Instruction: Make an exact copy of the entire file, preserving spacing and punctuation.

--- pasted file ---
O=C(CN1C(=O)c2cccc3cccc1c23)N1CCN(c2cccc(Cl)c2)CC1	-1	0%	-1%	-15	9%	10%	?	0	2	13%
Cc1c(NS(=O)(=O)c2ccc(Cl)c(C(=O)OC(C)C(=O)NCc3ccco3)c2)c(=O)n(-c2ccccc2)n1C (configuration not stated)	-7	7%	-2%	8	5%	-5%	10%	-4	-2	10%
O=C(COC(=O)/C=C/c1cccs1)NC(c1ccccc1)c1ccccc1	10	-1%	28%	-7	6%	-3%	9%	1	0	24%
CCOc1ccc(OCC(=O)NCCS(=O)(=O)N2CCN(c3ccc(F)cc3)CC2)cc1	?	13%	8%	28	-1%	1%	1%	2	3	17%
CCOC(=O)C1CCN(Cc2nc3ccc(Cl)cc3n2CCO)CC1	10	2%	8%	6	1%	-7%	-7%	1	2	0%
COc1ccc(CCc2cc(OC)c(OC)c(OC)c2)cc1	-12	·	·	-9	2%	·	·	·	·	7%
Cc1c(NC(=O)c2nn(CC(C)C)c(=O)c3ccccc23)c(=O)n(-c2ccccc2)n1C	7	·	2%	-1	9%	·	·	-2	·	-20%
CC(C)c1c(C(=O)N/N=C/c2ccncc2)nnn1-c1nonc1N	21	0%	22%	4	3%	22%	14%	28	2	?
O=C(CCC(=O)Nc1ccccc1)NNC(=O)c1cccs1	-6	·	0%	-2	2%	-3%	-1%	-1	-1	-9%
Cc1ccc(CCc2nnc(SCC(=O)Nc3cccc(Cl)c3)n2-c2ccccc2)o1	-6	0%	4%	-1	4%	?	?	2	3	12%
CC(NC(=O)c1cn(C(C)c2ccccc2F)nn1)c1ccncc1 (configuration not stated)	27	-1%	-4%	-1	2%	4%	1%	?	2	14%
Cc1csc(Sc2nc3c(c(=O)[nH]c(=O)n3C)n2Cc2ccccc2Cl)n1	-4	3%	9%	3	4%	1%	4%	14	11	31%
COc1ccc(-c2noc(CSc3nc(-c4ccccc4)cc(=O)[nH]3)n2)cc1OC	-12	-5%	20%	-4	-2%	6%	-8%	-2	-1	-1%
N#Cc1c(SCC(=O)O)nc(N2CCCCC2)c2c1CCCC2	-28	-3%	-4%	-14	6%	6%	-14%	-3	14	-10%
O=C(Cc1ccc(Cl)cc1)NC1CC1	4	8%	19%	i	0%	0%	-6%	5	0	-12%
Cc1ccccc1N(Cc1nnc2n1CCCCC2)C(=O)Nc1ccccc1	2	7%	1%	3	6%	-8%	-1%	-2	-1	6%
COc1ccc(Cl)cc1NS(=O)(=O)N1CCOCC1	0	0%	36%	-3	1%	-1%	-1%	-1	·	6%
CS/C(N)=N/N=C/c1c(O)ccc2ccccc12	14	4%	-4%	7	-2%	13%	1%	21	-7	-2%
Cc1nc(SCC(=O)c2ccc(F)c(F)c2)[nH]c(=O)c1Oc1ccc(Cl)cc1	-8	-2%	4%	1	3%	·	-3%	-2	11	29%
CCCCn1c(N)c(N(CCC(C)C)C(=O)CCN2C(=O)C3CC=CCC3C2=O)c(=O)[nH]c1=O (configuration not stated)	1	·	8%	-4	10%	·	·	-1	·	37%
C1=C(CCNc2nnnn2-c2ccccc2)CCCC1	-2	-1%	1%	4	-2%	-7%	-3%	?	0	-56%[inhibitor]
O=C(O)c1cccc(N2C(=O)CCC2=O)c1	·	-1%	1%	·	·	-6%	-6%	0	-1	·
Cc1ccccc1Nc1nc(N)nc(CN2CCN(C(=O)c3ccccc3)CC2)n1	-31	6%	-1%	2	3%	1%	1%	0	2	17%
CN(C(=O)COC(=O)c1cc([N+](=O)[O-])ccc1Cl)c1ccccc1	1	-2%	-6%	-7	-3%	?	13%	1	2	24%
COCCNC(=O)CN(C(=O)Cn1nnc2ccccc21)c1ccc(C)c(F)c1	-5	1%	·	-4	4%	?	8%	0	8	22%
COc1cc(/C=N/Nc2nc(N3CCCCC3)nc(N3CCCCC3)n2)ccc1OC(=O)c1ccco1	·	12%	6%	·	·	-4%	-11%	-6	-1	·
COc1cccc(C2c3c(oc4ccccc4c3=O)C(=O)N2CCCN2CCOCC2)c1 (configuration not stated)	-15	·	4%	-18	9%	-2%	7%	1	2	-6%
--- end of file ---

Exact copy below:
O=C(CN1C(=O)c2cccc3cccc1c23)N1CCN(c2cccc(Cl)c2)CC1	-1	0%	-1%	-15	9%	10%	?	0	2	13%
Cc1c(NS(=O)(=O)c2ccc(Cl)c(C(=O)OC(C)C(=O)NCc3ccco3)c2)c(=O)n(-c2ccccc2)n1C (configuration not stated)	-7	7%	-2%	8	5%	-5%	10%	-4	-2	10%
O=C(COC(=O)/C=C/c1cccs1)NC(c1ccccc1)c1ccccc1	10	-1%	28%	-7	6%	-3%	9%	1	0	24%
CCOc1ccc(OCC(=O)NCCS(=O)(=O)N2CCN(c3ccc(F)cc3)CC2)cc1	?	13%	8%	28	-1%	1%	1%	2	3	17%
CCOC(=O)C1CCN(Cc2nc3ccc(Cl)cc3n2CCO)CC1	10	2%	8%	6	1%	-7%	-7%	1	2	0%
COc1ccc(CCc2cc(OC)c(OC)c(OC)c2)cc1	-12	·	·	-9	2%	·	·	·	·	7%
Cc1c(NC(=O)c2nn(CC(C)C)c(=O)c3ccccc23)c(=O)n(-c2ccccc2)n1C	7	·	2%	-1	9%	·	·	-2	·	-20%
CC(C)c1c(C(=O)N/N=C/c2ccncc2)nnn1-c1nonc1N	21	0%	22%	4	3%	22%	14%	28	2	?
O=C(CCC(=O)Nc1ccccc1)NNC(=O)c1cccs1	-6	·	0%	-2	2%	-3%	-1%	-1	-1	-9%
Cc1ccc(CCc2nnc(SCC(=O)Nc3cccc(Cl)c3)n2-c2ccccc2)o1	-6	0%	4%	-1	4%	?	?	2	3	12%
CC(NC(=O)c1cn(C(C)c2ccccc2F)nn1)c1ccncc1 (configuration not stated)	27	-1%	-4%	-1	2%	4%	1%	?	2	14%
Cc1csc(Sc2nc3c(c(=O)[nH]c(=O)n3C)n2Cc2ccccc2Cl)n1	-4	3%	9%	3	4%	1%	4%	14	11	31%
COc1ccc(-c2noc(CSc3nc(-c4ccccc4)cc(=O)[nH]3)n2)cc1OC	-12	-5%	20%	-4	-2%	6%	-8%	-2	-1	-1%
N#Cc1c(SCC(=O)O)nc(N2CCCCC2)c2c1CCCC2	-28	-3%	-4%	-14	6%	6%	-14%	-3	14	-10%
O=C(Cc1ccc(Cl)cc1)NC1CC1	4	8%	19%	i	0%	0%	-6%	5	0	-12%
Cc1ccccc1N(Cc1nnc2n1CCCCC2)C(=O)Nc1ccccc1	2	7%	1%	3	6%	-8%	-1%	-2	-1	6%
COc1ccc(Cl)cc1NS(=O)(=O)N1CCOCC1	0	0%	36%	-3	1%	-1%	-1%	-1	·	6%
CS/C(N)=N/N=C/c1c(O)ccc2ccccc12	14	4%	-4%	7	-2%	13%	1%	21	-7	-2%
Cc1nc(SCC(=O)c2ccc(F)c(F)c2)[nH]c(=O)c1Oc1ccc(Cl)cc1	-8	-2%	4%	1	3%	·	-3%	-2	11	29%
CCCCn1c(N)c(N(CCC(C)C)C(=O)CCN2C(=O)C3CC=CCC3C2=O)c(=O)[nH]c1=O (configuration not stated)	1	·	8%	-4	10%	·	·	-1	·	37%
C1=C(CCNc2nnnn2-c2ccccc2)CCCC1	-2	-1%	1%	4	-2%	-7%	-3%	?	0	-56%[inhibitor]
O=C(O)c1cccc(N2C(=O)CCC2=O)c1	·	-1%	1%	·	·	-6%	-6%	0	-1	·
Cc1ccccc1Nc1nc(N)nc(CN2CCN(C(=O)c3ccccc3)CC2)n1	-31	6%	-1%	2	3%	1%	1%	0	2	17%
CN(C(=O)COC(=O)c1cc([N+](=O)[O-])ccc1Cl)c1ccccc1	1	-2%	-6%	-7	-3%	?	13%	1	2	24%
COCCNC(=O)CN(C(=O)Cn1nnc2ccccc21)c1ccc(C)c(F)c1	-5	1%	·	-4	4%	?	8%	0	8	22%
COc1cc(/C=N/Nc2nc(N3CCCCC3)nc(N3CCCCC3)n2)ccc1OC(=O)c1ccco1	·	12%	6%	·	·	-4%	-11%	-6	-1	·
COc1cccc(C2c3c(oc4ccccc4c3=O)C(=O)N2CCCN2CCOCC2)c1 (configuration not stated)	-15	·	4%	-18	9%	-2%	7%	1	2	-6%